Hope, Photo: Alex Villaluz
Our first significant encounter was in the nature of a blind date. That was twenty years ago before IM, Skype or Facebook. I was combing The New Times classifieds searching for a job teaching art, as I had recently graduated after two years in art school, received my green card, and was eager to become a documented taxpayer. Moving from ad to ad, my eyes stopped on a call from the Bronx River Restoration Project for an art counselor for its summer program for children. At the time the Bronx was a place I had visited sporadically, so traveling by train from the Upper West Side, where I lived, to Fordham Road was in some ways no more than an urban excursion outside of the “center” and into the margins of “The City.” The job I found in the classifieds was mine for $8.00 an hour. Yet this was a deal that would eventually transcend its nature as simply employment to mark the beginning of my love affair with the only borough in New York City that is part of the continental United States. In 2004 I moved permanently from Manhattan (where I ended up after emigrating in 1991 from the Dominican Republic) to the mainland, the Bronx. I was no longer an islander.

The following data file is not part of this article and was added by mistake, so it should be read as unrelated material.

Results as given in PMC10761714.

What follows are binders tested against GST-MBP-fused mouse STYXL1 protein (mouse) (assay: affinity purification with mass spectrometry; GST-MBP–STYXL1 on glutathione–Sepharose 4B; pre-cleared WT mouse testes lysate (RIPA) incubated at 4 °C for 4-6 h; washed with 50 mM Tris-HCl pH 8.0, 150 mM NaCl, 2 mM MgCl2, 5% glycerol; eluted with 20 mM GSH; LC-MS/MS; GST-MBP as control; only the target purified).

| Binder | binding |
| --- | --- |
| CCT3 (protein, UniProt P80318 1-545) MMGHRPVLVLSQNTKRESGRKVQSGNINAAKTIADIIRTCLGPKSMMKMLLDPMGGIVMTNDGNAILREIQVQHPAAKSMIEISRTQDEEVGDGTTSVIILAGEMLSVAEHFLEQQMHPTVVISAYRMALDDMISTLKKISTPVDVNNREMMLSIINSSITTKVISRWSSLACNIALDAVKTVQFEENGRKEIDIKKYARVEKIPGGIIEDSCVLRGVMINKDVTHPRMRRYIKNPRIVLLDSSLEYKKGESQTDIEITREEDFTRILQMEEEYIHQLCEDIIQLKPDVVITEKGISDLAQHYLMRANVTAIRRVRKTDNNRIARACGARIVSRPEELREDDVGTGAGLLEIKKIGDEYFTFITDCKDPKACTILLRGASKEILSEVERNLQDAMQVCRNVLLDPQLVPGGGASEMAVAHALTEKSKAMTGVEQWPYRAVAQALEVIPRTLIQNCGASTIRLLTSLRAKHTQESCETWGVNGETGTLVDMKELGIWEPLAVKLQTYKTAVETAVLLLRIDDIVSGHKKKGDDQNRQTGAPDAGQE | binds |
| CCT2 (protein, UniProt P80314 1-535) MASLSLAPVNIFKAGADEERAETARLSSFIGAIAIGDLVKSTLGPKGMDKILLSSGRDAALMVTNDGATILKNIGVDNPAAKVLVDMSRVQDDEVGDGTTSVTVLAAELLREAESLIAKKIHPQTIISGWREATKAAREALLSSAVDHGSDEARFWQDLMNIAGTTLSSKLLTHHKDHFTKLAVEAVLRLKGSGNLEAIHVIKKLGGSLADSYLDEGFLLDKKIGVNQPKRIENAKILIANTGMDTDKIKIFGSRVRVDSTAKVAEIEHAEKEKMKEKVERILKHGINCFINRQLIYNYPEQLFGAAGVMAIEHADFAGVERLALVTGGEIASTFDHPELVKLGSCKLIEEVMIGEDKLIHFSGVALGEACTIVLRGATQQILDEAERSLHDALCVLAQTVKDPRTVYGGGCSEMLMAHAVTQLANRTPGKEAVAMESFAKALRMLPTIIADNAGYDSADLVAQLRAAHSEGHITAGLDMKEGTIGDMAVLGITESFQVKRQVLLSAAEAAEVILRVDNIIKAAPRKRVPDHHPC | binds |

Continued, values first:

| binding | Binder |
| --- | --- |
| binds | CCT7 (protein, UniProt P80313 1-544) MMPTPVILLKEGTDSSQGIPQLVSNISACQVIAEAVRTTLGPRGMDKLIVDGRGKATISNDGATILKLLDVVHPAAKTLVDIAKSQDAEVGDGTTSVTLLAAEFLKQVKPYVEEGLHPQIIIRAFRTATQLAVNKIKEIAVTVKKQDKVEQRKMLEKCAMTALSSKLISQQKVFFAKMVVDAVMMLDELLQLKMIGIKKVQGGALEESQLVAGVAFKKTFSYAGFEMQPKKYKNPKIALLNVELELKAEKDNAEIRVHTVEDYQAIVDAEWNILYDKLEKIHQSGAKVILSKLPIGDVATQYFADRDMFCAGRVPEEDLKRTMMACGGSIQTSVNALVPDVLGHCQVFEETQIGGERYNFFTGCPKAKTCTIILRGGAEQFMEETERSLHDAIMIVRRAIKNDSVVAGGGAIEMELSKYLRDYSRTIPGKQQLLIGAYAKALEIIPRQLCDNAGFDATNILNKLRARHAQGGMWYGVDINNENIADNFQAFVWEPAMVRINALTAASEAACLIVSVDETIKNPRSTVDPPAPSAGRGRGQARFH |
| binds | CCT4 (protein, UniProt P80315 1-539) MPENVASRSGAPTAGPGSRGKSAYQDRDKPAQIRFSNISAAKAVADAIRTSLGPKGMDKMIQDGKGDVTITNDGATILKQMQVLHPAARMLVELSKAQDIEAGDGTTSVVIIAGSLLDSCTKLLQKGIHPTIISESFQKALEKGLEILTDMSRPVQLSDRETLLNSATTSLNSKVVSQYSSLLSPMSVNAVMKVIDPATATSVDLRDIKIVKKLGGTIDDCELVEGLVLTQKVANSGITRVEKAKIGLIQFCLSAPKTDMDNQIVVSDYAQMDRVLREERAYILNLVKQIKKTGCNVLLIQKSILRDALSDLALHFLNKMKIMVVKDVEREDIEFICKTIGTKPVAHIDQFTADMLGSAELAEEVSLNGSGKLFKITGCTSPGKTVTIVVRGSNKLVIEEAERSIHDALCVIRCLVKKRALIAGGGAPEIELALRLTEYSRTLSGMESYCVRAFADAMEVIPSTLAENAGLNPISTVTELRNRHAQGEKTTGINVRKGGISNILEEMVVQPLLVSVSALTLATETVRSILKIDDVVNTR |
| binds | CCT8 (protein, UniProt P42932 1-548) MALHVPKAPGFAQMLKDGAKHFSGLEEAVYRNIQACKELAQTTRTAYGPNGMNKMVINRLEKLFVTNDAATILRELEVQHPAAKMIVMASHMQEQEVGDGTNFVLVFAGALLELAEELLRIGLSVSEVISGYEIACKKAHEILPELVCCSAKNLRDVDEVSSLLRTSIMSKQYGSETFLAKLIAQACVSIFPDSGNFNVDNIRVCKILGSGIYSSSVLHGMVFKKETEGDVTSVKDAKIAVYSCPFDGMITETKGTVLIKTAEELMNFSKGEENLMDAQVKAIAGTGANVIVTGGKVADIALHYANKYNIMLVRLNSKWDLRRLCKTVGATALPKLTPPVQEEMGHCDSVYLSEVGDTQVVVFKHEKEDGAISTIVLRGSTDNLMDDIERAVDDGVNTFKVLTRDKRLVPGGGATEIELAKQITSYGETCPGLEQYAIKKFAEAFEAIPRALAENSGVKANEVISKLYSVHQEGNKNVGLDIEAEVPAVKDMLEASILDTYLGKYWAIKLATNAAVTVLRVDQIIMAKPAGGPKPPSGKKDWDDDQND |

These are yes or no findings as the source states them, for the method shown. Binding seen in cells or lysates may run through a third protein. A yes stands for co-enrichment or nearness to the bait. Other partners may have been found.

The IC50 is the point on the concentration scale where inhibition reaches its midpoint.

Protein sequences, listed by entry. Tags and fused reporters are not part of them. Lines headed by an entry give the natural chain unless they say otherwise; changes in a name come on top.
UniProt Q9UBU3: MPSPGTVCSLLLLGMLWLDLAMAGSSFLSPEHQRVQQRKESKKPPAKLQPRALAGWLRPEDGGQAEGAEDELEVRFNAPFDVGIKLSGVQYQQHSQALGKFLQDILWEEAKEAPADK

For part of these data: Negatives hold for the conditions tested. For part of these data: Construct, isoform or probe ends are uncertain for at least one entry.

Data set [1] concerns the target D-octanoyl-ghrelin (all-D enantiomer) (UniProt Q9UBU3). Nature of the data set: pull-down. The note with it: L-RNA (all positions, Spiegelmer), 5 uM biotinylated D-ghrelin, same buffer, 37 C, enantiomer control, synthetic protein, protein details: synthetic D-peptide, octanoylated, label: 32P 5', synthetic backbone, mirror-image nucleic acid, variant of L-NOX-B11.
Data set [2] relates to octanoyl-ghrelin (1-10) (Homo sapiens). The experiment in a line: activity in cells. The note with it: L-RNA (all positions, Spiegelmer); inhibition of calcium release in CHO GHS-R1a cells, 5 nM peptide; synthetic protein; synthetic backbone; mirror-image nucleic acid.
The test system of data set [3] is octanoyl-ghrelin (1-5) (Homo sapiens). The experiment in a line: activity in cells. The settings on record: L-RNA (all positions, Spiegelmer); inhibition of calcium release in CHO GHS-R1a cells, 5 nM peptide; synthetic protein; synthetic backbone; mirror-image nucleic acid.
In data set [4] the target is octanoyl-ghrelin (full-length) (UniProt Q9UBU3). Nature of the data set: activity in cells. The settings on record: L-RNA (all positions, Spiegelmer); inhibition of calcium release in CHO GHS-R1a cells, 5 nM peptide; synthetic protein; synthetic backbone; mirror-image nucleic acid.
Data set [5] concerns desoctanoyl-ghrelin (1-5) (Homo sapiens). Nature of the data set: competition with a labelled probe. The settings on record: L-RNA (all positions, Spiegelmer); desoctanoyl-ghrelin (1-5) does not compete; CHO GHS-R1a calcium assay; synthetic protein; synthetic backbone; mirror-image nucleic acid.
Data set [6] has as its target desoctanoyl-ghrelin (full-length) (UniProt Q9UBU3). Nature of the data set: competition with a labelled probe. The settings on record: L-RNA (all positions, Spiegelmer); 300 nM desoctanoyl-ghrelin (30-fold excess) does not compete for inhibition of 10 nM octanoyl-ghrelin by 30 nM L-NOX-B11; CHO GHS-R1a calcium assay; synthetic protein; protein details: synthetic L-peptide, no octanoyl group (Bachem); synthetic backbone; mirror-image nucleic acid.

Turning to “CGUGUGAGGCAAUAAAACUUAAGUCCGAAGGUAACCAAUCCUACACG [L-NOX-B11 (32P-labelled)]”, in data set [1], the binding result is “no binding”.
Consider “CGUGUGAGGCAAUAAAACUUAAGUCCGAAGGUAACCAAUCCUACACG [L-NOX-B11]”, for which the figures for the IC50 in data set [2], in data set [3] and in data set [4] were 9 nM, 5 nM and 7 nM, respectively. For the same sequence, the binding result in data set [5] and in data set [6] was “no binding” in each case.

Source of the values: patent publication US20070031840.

“An All-American City” proclaimed the metal signs strategically placed at some of its points of entry. This is the All-American City to which I voluntarily relocated from a gentrifying Upper Westside, where no matter how many academic degrees I had, or how white-collar-like I dressed, many of my Caucasian neighbors would automatically link my Latino looks and accent to a job in the service industry. I was their porter, doorman or delivery guy. On the other hand, in the South Bronx, I would be perceived as another Latino luchando, struggling, in a “New York City” that up to this day fails to recognize the value of its northernmost borough or the contributions of its inhabitants. In this Bronx I would become a middle-age man, watch my art overlap with life more and more, and become aware of the role of politics in my artistic practice. Politics, I learned, was an unavoidable topic in a Bronx whose streets have been walked by Blessed Mother Teresa of Calcutta, Jimmy Carter, and even Ronald Reagan, among others. Politics was an inescapable subject in the Bronx, more so in the South Bronx and in the south South Bronx, where the lack of economic and educational opportunities puts most of its residents at odds with those living in other parts of the City. In this Bronx I gradually became involved in politics, while consciously avoiding turning my art into a purely activist pursuit. Nonetheless, the question remained for me as to whether or not to make art that would go beyond just commenting on economic disparity, simply examining social injustice, talking to people clad in black, or ending up beautifully hung in an art gallery. Yet it was clear to me that my artistic quest did not reside in an activism devoid of ritual, performance and aesthetics concerns. This disjunctive aspect, I thought, could be sorted out in a space where art, life, activism, protest, spirituality, healing, counseling, social work and celebration would come together without restriction, a locus that would propose dismantling fixed categories: artistic, political or otherwise.